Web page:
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How Do We Move Forward As A Society In Wake Of The Violence?

NEW YORK (CBSNewYork) -- As the George Floyd protests continue in the Tri-State Area and around the country, community leaders are determined to end the cycle of violence and make a solid plan for change.

They protest out of pain. Frustration is building because certain steps have seemingly lead nowhere.

"The message so far has been skewed by the violence that we have seen," Pastor Gil Monrose told CBS2's Hazel Sanchez on Monday.

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Monrose is founder of The God Squad, a group of faith leaders in East Flatbush that for more than a decade has been working to bring the community and police together. He said to move forward, those who are suffering from structural racism cannot be ignored.

"We need to have a national day of mourning to recognize the lives, so that people's hurt can be felt. People want to be felt by our government, to say that we feel your pain and we're going to respond," Monrose said, adding, "And when people's pain are being recognized, people are definitely going to respond differently."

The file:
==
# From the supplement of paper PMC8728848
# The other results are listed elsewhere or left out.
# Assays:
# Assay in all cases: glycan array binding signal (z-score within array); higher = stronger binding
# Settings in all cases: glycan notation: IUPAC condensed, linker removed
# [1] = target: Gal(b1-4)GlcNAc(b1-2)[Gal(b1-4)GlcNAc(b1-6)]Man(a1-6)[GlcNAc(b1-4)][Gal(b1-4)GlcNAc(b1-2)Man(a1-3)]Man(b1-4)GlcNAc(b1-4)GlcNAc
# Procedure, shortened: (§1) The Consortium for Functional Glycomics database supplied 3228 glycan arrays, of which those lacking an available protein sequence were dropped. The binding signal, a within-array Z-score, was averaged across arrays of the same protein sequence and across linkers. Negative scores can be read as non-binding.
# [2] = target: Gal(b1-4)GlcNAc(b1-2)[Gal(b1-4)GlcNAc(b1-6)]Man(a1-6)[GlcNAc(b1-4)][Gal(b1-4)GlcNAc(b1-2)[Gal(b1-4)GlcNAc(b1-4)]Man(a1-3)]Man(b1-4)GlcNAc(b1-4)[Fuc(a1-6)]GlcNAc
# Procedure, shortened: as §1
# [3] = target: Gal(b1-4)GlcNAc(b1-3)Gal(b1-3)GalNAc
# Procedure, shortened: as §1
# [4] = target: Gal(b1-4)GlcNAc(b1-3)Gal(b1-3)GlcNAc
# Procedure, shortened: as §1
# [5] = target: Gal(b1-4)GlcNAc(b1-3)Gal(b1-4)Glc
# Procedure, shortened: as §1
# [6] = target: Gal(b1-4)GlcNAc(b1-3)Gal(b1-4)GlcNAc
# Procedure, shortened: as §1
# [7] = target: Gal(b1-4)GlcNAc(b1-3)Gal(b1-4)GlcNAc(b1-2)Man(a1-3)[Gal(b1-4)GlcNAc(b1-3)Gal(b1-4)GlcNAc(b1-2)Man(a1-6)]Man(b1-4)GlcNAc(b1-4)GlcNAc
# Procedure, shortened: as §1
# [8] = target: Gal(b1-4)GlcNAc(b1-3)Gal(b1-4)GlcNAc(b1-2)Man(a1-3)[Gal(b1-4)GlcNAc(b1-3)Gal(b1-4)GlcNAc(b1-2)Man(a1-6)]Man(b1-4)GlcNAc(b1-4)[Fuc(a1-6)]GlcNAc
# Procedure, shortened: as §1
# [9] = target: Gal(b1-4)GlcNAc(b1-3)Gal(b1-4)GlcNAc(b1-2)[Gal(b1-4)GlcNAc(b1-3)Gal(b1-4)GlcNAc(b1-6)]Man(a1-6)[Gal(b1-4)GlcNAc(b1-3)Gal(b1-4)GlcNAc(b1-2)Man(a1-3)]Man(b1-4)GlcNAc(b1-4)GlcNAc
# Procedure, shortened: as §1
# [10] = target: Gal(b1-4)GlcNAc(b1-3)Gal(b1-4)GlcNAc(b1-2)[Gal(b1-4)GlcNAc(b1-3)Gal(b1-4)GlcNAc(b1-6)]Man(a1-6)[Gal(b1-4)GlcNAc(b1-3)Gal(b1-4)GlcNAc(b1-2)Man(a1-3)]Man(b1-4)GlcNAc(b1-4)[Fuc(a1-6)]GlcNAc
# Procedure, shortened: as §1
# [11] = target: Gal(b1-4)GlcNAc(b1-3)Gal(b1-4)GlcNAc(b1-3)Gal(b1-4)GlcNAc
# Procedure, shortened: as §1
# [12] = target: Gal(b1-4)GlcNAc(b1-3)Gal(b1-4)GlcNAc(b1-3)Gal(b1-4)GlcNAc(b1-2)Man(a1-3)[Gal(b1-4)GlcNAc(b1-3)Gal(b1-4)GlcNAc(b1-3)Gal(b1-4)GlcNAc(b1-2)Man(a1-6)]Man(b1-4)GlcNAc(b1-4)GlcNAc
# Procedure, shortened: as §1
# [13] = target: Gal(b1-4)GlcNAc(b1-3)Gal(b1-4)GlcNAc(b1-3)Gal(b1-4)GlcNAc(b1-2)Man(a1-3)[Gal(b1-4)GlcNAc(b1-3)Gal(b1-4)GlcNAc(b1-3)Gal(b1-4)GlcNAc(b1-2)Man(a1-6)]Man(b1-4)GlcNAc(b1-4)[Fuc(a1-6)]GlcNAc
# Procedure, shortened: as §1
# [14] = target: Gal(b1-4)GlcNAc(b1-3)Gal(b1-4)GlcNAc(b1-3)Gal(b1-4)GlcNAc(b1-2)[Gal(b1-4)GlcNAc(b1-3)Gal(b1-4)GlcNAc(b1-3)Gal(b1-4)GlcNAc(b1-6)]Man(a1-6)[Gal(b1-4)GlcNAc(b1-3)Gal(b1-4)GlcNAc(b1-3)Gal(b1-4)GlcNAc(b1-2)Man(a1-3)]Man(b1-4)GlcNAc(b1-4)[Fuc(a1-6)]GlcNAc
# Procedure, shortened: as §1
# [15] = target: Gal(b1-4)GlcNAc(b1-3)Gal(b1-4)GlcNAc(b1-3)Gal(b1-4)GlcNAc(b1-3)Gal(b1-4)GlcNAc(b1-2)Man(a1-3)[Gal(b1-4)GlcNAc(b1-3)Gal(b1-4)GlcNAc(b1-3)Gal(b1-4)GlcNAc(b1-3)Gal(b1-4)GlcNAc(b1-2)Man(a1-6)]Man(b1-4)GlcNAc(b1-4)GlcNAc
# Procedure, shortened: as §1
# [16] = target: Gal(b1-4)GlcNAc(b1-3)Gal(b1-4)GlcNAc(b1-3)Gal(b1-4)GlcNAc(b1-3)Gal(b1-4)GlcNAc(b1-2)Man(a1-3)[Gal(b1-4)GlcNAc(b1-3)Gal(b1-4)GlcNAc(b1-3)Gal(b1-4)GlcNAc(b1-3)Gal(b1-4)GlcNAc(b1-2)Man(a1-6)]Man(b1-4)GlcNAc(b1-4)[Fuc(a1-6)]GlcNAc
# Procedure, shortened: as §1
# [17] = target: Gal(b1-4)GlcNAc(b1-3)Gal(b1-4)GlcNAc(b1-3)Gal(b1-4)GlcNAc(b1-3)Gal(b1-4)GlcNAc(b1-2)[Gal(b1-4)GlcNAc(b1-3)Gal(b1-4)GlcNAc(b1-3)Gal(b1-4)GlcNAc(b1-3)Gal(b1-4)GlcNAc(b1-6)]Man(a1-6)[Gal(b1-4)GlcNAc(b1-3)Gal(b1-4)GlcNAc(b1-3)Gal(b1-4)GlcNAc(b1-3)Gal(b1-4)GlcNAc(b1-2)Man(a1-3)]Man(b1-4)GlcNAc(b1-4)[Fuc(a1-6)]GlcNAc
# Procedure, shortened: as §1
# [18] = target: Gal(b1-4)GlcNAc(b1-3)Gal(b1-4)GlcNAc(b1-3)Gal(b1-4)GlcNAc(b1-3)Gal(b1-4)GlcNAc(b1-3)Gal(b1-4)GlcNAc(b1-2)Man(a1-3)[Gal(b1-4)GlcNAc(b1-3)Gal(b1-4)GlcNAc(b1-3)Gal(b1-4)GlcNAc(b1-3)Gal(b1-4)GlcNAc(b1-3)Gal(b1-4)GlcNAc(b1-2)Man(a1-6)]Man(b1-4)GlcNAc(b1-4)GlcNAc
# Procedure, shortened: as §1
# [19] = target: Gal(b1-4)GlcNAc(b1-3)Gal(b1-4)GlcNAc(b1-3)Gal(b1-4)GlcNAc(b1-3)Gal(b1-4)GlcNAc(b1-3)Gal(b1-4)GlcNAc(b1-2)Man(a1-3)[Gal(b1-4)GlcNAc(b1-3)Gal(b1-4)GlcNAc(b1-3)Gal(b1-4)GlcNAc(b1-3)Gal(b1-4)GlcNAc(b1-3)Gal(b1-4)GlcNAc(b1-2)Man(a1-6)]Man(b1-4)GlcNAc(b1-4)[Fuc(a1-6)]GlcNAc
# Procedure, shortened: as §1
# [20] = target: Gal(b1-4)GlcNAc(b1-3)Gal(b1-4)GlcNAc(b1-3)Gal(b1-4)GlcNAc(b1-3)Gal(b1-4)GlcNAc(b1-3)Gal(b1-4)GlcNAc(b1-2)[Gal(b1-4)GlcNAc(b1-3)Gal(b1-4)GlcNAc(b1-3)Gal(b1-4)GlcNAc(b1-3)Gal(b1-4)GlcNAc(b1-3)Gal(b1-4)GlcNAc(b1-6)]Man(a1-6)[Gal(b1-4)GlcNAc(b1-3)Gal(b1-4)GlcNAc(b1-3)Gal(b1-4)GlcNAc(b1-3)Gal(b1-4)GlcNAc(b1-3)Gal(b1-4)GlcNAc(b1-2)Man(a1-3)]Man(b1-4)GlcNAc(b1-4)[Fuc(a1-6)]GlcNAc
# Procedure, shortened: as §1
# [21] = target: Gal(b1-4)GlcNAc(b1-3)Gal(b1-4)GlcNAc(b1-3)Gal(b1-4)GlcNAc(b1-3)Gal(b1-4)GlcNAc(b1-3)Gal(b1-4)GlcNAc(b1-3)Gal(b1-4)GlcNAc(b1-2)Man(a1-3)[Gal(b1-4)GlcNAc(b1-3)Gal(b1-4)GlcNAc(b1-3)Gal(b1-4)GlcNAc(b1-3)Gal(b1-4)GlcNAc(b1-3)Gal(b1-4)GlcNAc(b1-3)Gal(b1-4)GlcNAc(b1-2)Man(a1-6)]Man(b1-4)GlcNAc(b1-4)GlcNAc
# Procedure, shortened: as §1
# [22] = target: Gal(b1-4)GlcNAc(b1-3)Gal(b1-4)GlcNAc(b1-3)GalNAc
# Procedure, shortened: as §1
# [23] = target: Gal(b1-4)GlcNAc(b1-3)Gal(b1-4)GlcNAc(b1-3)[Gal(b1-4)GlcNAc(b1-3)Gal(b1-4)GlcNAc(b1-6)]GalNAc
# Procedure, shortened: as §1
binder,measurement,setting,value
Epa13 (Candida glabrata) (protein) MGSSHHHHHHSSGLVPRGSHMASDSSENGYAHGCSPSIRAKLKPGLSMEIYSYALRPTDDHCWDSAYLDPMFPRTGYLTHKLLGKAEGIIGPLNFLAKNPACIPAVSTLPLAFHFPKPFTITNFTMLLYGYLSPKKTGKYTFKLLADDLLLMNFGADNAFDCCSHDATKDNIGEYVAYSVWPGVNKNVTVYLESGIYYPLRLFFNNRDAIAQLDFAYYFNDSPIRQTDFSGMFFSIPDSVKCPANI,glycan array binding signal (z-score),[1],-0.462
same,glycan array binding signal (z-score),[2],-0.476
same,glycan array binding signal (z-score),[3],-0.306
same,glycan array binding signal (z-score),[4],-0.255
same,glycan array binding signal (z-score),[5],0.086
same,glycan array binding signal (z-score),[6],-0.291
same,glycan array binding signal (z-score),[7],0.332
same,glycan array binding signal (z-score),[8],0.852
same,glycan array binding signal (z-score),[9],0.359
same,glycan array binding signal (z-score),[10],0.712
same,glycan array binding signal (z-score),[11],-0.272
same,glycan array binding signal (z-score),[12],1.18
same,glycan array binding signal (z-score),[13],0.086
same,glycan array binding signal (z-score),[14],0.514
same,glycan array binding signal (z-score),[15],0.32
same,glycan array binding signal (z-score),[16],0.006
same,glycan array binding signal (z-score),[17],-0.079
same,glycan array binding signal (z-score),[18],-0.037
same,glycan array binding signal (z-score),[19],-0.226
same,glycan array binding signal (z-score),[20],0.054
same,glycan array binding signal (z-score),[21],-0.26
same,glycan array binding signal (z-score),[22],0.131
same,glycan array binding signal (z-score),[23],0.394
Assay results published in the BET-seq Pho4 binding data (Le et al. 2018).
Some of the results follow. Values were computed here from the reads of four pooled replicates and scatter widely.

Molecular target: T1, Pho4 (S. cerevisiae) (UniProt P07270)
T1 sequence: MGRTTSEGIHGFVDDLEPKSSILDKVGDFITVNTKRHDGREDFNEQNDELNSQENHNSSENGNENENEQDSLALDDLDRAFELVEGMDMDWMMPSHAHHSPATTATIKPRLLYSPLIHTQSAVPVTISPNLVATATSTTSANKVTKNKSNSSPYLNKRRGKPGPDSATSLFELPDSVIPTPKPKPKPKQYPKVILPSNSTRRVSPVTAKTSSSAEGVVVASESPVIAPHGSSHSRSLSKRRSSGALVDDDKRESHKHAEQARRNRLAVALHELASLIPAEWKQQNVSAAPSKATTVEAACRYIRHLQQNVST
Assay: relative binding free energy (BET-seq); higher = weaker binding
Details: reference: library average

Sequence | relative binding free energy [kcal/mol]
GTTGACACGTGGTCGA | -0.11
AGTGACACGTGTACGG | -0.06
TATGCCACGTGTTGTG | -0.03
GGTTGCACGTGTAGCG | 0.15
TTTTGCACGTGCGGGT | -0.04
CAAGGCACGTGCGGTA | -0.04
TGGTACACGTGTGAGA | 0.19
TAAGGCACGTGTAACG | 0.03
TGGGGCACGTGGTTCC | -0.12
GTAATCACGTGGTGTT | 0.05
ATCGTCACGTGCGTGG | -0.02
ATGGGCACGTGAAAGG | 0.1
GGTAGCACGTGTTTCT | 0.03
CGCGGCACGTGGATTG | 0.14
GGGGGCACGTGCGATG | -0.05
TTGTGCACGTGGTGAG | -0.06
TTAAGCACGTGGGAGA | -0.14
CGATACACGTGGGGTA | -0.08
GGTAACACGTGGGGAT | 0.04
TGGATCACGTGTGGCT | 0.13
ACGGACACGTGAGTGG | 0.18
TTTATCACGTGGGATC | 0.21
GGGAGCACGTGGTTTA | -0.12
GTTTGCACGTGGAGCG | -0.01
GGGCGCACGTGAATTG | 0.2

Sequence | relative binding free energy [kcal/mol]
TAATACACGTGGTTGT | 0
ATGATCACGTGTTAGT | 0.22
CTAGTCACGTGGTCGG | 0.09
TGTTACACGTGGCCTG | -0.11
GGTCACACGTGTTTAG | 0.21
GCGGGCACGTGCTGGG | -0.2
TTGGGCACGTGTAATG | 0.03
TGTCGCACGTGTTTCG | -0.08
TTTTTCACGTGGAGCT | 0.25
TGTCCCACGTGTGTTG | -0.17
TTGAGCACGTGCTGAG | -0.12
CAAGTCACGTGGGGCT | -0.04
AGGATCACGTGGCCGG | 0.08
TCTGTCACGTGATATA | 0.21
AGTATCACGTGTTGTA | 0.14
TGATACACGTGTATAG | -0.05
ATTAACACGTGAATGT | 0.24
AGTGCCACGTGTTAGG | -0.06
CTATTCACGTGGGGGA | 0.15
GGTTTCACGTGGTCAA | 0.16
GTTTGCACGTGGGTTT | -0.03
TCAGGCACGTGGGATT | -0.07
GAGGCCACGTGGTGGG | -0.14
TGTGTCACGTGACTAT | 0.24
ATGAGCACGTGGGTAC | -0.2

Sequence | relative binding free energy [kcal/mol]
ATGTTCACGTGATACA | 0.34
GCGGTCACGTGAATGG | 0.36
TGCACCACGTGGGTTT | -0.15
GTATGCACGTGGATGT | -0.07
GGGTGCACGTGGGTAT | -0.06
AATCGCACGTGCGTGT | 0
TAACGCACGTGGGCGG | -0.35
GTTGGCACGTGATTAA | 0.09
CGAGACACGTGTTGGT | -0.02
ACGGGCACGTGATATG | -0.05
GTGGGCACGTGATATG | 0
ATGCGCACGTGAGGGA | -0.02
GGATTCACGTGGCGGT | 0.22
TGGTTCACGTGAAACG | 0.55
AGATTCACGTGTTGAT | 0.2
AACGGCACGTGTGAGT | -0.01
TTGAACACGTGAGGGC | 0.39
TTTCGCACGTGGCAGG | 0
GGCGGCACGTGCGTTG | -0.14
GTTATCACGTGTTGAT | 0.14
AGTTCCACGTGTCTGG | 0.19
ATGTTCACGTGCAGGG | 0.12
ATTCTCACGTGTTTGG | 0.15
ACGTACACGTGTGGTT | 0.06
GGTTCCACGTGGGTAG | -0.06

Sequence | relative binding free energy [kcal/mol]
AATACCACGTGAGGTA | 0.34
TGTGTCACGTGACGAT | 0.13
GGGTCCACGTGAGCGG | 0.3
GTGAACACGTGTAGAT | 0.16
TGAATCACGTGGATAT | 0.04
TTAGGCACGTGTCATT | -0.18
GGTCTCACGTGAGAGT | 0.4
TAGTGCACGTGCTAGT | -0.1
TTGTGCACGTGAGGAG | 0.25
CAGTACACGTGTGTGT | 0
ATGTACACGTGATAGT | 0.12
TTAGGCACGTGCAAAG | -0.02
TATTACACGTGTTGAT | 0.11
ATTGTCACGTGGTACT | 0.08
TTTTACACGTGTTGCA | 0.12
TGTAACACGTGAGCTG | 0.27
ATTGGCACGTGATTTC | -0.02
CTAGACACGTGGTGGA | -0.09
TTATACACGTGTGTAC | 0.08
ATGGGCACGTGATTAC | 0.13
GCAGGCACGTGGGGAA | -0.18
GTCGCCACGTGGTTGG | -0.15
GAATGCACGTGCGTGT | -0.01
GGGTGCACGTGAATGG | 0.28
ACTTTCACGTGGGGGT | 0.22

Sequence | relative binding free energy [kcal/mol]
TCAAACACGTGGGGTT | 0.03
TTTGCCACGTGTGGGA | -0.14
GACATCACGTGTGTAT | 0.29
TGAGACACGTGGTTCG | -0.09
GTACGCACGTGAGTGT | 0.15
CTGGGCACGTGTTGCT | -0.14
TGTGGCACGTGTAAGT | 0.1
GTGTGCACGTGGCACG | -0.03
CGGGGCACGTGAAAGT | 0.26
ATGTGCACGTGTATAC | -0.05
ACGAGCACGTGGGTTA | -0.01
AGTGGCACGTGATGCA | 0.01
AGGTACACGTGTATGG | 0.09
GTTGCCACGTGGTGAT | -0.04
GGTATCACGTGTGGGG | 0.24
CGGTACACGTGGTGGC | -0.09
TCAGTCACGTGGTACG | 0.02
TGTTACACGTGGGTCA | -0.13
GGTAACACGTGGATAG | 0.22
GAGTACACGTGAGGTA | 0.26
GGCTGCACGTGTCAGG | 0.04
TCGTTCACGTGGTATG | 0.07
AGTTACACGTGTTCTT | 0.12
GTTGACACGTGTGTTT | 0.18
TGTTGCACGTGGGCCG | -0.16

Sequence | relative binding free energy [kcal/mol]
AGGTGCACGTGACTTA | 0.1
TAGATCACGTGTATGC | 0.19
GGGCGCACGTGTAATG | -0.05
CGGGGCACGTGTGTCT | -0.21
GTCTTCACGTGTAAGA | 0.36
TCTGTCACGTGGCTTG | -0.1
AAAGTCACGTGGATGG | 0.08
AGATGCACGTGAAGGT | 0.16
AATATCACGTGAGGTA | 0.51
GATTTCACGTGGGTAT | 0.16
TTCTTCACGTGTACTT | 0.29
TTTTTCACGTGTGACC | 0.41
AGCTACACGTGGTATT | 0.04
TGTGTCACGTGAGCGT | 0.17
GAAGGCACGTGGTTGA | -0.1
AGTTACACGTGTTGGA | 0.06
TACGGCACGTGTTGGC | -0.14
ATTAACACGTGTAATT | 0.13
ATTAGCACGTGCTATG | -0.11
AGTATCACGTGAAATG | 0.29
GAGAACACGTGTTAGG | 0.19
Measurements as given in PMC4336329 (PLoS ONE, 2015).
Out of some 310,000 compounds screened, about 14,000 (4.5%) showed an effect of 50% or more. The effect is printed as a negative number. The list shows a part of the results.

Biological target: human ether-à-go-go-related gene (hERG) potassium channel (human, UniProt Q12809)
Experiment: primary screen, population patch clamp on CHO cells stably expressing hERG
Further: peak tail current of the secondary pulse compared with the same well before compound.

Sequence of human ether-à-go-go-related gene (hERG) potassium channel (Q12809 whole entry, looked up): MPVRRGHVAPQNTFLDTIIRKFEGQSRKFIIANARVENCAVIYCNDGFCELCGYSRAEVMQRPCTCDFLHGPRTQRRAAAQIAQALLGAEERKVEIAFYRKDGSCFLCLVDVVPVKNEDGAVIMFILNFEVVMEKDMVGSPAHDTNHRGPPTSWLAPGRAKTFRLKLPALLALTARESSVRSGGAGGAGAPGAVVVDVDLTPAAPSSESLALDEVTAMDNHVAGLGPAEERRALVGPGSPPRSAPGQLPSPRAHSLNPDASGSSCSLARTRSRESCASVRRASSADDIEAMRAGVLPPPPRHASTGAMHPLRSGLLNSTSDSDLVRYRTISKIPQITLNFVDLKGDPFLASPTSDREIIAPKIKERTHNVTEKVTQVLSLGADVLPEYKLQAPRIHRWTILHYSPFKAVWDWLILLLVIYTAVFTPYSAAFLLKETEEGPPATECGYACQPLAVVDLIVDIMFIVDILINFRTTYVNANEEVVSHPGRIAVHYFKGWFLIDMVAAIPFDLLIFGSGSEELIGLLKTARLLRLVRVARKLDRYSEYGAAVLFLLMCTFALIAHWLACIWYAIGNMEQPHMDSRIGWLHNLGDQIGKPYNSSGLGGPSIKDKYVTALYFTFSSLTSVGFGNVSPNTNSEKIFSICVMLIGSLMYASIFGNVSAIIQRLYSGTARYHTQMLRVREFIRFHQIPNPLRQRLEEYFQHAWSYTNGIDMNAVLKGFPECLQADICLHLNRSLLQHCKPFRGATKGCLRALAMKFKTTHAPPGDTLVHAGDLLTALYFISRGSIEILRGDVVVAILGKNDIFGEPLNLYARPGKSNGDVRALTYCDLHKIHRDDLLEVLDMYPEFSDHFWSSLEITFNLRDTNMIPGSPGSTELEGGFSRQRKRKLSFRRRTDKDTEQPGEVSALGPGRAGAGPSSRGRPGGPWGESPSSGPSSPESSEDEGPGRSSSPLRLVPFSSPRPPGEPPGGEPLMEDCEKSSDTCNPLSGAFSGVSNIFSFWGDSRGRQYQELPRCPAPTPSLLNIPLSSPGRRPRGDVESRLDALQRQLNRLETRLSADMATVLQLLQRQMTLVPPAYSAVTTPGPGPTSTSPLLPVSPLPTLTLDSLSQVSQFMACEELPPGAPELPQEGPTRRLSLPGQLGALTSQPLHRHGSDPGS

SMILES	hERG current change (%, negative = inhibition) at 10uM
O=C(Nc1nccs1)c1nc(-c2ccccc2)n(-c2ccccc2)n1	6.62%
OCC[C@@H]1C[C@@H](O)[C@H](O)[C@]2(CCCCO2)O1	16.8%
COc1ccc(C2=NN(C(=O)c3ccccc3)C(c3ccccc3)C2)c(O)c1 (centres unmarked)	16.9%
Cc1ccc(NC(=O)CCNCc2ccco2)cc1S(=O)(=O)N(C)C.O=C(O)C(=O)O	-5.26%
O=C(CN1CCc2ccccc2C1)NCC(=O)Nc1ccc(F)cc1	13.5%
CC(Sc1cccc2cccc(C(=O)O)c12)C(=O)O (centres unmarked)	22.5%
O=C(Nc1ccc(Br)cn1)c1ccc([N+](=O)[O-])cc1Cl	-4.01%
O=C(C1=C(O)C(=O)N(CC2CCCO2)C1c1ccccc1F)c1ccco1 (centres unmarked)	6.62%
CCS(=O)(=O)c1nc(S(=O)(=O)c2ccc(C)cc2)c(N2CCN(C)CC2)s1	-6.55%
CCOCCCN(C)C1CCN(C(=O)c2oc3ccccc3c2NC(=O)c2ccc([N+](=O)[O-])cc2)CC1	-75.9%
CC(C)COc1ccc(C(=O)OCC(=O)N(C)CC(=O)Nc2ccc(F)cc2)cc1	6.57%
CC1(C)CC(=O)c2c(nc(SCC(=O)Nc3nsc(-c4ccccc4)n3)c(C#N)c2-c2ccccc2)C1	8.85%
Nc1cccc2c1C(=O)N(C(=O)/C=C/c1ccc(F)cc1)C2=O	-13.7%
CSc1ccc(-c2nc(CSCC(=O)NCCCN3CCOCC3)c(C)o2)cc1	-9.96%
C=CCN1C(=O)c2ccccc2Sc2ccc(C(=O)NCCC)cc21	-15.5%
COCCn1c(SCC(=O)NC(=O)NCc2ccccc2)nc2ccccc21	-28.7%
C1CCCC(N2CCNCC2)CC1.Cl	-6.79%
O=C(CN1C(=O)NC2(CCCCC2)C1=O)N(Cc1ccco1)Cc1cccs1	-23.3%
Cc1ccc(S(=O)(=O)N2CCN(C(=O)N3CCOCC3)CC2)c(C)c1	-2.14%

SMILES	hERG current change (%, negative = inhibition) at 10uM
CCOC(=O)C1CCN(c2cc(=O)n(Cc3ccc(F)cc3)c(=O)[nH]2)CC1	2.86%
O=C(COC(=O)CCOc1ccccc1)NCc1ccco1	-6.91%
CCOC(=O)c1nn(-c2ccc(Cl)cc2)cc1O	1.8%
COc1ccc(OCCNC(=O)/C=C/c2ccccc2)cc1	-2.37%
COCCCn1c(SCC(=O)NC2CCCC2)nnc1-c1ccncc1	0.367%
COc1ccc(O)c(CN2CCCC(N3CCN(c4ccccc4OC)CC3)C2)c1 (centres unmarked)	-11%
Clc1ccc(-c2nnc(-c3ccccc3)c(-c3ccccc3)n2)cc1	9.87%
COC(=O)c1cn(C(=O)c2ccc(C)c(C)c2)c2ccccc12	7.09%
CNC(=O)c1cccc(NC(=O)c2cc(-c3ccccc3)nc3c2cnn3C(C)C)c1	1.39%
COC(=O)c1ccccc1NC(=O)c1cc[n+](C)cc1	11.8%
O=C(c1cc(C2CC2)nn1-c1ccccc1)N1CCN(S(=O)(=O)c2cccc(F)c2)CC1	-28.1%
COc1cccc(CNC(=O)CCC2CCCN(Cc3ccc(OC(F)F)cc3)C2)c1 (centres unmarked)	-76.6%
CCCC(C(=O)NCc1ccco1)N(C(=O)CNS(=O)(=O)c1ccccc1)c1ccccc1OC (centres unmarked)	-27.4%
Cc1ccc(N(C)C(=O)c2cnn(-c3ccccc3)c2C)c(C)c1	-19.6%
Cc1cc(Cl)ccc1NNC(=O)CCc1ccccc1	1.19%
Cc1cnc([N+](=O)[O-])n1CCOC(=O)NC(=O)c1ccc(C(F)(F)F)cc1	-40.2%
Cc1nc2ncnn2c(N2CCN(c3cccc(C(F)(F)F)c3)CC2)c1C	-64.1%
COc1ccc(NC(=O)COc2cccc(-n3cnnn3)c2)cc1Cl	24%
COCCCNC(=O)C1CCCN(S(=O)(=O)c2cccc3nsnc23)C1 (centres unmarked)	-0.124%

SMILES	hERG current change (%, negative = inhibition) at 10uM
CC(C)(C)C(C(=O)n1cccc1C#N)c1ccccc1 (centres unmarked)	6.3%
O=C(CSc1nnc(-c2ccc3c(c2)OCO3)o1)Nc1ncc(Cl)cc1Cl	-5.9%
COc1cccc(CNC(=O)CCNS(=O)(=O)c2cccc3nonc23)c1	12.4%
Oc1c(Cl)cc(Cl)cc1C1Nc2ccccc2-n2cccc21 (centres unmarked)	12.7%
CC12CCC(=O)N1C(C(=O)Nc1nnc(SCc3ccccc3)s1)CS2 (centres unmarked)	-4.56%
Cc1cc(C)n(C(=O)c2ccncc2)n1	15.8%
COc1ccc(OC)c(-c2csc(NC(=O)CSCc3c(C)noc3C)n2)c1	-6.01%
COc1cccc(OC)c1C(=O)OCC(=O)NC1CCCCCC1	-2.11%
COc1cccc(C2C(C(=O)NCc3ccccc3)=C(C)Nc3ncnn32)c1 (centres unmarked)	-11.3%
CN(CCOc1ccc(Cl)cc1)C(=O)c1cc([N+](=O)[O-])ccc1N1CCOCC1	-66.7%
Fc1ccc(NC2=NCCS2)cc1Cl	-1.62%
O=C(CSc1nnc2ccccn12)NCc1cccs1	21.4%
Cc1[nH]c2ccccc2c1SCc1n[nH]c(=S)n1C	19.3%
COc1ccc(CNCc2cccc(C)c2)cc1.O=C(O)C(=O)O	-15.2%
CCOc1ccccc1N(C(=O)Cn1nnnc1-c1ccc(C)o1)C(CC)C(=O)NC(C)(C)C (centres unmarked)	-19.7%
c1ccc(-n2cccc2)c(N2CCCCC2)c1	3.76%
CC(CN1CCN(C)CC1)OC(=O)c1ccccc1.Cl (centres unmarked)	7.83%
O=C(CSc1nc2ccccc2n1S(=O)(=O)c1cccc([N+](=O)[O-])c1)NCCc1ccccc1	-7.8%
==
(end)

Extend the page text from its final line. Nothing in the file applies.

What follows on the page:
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Leading civil rights leaders and members of Congress held a virtual press conference echoing the call for a national day of mourning, and demanding federal action on police reforms.

"There's no singular policy that will fix this whatsoever," New Jersey Sen. Cory Booker said.

Hazel Dukes is president of the New York chapter of the NAACP.

Sanchez asked her "what is going to make this time different?"

"I think what's going to make this time different is the legislations that are going to be in place and the policies," Dukes said.

The NAACP is pushing for several reforms:

  • It wants the United Nations to classify the mistreatment of black people in the U.S. by the police as a human rights violation.
  • Federal legislation penalizing and/or prosecuting police who kill unarmed, non-violent, and non-resistant individuals in an arrest.

Several families of New Yorkers killed by police are also asking for the repeal of the police secrecy law, including Valerie Bell, mother of Sean Bell, who was gunned down by police on the morning before his wedding.

"They should be able to open up and show the city they're misconducts, because what they've done in the past could help lead to the killing of our people now," Valerie Bell said.

"I think the time is right. Today is a new starting point for us to move forward," Dukes added.

And the hope is a focus on the message -- not the mayhem -- may finally lead to change.

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